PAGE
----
This page is a collection of things I’ve learnt about any techniques and components to build the car.
Caphead – a bolt, but with a circular head instead of hexagonal. Instead of using a spanner, you use allen key to tighten up.
Chamfered – this is when an edge is smoothed out to a slope. Usually this applies to washers where you will see that one side of the washer doesn´t have an edge to it
Copperslip – This is basically grease mixed with powdered copper. Normal grease will melt at high temperatures, whereas this is heat resistant. You apply to bolt thread. Will also make nuts/bolts easier to undo for maintenance etc and provides some protection from weather
Crossthread – if you try to force a nut onto a bolt and the threads don´t align properly you can cut a nut thread. This is very prone to happening when a nut meets a bolt at an off angle. This compromises the nut/bolt and needs to be avoided. Best solution is to use your fingers to do the first few turns on any nuts/bolts before using tools to tighten once you are sure thread correctly aligned.
Econoseal – these are the plastic adapters that wires go into. Protects against water.
HSS Drill bit – HSS stands for ¨High Speed Steel¨ and typically refers to drill bits that are suitable for drilling through metal (as opposed to wood or masonry)
IVA – Individual Vehicle Assessment – this is the government test for new cars, similar to an MOT but a bit more in depth. You need to pass this for the car to get licence plates and be road legal. You can ‘present’ the car yourself and lots of builders do, however I can’t stand bureaucracy, so I got the dealer I bought this car from to present it for me.
Loctite/Threadloc – This is like glue for nuts and bolts. If you apply some loctite to the thread of the bolt and then tighten it will ‘set’ similar to glue. This means if you need to torque up a bolt with threadlock, make sure you torque it immediately, don’t come back to torque later.
Nyloc nut – this is a nut with a nylon insert which is a bit like using threadlock. When you tighten up the bolt, it will bite into the nylon. You shouldn’t reuse these or tighten/untighten unnecessarily. Blue insert tends to be metric, white insert tends to be imperial. Not used with spring washers
PBC – Post build check – once you’ve finished building you get the car checked over by the dealer you bought from, or Caterham themselves, before sending for IVA. The main point of PBC is to check the car is safe and to fix any mistakes in your build.
Plain washer – used to adjust spacing, to spread load from a nut/bolt on a softer surface, and/or to help make a rough surface smoother for nut/bolt. Large diameter/thin plain washer is used to spread load onto very thin material.
Spring/Split washer – this is a washer with a split in it, looks like a cross between a spring and a washer (hence the name(s)). Idea is that it should prevent a nut coming undone, because it digs into the nut so if there is any vibration, the washer will help stop it undoing the nut. Usually this will be next to a bolt or nut, then there will be a plain washer – ie a spring washer shouldn’t be coming into contact with the car body. Generally not to be used with Nyloc nuts, as with nyloc the nylon insert provides the resistance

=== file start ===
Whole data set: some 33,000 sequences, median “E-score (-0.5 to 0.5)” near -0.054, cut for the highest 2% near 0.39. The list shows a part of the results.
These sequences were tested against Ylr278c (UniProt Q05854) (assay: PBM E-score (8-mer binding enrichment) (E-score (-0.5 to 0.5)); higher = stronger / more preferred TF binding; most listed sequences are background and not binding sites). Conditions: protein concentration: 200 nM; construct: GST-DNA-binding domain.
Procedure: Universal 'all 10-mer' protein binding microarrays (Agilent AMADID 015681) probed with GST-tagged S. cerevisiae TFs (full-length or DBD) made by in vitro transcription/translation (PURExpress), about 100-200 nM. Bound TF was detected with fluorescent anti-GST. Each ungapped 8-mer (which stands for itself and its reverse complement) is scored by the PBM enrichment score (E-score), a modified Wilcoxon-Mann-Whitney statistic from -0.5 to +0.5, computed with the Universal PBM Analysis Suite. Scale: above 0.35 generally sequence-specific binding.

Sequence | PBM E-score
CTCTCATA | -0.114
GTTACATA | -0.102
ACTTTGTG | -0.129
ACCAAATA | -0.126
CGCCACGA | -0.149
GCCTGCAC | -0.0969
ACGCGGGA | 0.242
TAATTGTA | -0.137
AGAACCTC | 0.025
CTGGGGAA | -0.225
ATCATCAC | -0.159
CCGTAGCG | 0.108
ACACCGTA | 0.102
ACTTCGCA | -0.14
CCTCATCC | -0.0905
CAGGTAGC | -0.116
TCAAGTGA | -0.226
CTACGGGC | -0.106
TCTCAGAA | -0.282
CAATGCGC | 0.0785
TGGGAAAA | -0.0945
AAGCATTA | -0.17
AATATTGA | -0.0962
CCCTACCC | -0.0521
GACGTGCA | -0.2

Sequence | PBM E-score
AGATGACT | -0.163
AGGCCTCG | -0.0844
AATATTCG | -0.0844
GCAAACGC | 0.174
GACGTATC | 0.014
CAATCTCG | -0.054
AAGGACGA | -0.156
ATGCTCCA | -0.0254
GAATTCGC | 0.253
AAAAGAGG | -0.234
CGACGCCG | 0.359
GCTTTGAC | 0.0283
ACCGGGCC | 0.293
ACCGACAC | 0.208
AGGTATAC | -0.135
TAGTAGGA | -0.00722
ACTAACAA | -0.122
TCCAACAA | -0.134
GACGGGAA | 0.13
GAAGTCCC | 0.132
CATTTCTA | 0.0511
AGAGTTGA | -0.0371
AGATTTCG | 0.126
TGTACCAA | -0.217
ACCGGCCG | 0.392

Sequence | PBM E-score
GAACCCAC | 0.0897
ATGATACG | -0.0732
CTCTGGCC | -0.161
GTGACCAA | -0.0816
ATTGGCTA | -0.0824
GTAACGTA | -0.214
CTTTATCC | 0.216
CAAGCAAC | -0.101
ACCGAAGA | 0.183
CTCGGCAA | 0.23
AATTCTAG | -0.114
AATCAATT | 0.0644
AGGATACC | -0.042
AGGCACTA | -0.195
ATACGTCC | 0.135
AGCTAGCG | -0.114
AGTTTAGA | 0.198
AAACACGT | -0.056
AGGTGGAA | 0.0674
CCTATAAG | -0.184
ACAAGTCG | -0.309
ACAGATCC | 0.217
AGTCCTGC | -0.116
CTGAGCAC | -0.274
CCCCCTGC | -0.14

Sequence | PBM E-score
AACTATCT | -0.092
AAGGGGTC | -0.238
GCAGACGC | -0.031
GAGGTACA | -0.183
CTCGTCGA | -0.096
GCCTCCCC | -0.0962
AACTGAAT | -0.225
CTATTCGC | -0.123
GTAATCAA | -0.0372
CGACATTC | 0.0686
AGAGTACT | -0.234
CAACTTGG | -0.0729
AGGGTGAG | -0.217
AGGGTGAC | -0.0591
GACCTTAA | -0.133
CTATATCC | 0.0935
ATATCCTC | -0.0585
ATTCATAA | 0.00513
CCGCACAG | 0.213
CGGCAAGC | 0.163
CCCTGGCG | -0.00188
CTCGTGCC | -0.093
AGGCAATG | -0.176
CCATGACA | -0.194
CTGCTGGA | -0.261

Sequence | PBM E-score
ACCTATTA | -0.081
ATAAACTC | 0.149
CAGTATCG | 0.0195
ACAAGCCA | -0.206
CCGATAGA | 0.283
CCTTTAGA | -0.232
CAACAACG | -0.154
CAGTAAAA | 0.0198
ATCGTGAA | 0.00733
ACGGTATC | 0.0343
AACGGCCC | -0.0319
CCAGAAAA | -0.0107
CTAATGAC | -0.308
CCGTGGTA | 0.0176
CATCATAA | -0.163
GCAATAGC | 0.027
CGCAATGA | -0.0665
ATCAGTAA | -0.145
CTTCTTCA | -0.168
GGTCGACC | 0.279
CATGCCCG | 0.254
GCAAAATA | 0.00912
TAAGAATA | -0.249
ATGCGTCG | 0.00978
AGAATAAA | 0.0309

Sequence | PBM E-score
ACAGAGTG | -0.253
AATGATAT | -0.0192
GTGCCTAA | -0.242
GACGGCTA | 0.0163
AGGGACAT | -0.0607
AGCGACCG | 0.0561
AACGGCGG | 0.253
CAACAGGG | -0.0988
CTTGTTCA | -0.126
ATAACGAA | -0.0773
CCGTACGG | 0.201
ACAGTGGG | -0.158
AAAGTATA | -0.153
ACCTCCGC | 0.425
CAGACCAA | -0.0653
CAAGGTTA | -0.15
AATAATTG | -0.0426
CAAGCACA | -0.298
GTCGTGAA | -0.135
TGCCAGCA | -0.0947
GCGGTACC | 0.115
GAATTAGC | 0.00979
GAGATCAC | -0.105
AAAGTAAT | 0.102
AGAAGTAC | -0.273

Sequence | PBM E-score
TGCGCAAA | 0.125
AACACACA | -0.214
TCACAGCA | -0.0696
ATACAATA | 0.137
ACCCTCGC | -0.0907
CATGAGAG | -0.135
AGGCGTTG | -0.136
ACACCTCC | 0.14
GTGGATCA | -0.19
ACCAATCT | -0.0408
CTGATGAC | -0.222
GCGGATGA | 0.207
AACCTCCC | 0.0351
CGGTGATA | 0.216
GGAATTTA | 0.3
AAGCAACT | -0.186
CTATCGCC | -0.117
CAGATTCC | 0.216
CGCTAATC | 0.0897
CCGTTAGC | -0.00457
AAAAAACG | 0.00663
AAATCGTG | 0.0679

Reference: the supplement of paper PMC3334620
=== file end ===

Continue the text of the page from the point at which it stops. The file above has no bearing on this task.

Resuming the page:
Torque – this is doing up nuts to a certain N.m (Newton Meter) measurement. If you need to torque something use a torque wrench which you can set to a certain value and it will then click as you reach that level of ‘tightness’. When torquing up, ensure bolt is the correct length, if you use a bolt that is too long it may strip the thread on the bolt. Once you have torqued a bolt, mark the head with a spot of paint/torque pen. Also stop when you hear the first click on your torque wrench to avoid overtightening.
Trickle Charging – this is when you leave a special battery charger hooked up to your car battery for days/weeks/months while the car is not being used so that the battery doesn’t run flat in that time.
Not that I’m one for the boring stuff, but will do simple stuff. Use eye protection. If drilling or working with volatile chemicals use a face mask. When applying glue, grease and any other chemicals will use disposable latex gloves. Use work gloves wherever possible. If working with sharps use slash proof gloves.
Other rules :
- Don’t apply any tape to painted surfaces of the car for significant period of time
- Protect bodywork with cardboard/ bubble wrap and don’t be lazy about it
- Caterhams are constantly changing. That´s why the manual is often out of date.
- Check bolts fit before attaching relevant part. Holes may need to be filed slightly or drilled out.
- Be prepared to use force from time to time. Rubber mallet is very useful.
- Some powder coating will get damaged. You can go over it with Hammerite black paint
- Don´t expect everything to align. My car was frequently out by 1-2mm and it was incredibly frustrating.
- It will go together eventually, patience is key to making it work. Try to enjoy it, even when you want to put a sledgehammer through the windshield!
- Everything is hardest to do first time, with components with eg left and right, the second time is much easier
- You will make plenty of mistakes, try not to let them distract you and if necessary take a break after messing something up to avoid making it worse!
- It is easier to scratch and damage the body paintwork than you think – overprotect and think every action through before you do it to make sure you are not scraping against something.
- Don´t throw anything out. If you think you don´t need a nut/bolt/washer etc, I keep it in a freezer bag
- Purchased a load of small plastic boxes to put the fixing packs into (eg Pack A, Pack B etc). I then stack these on work bench and lot easier to grab what I need.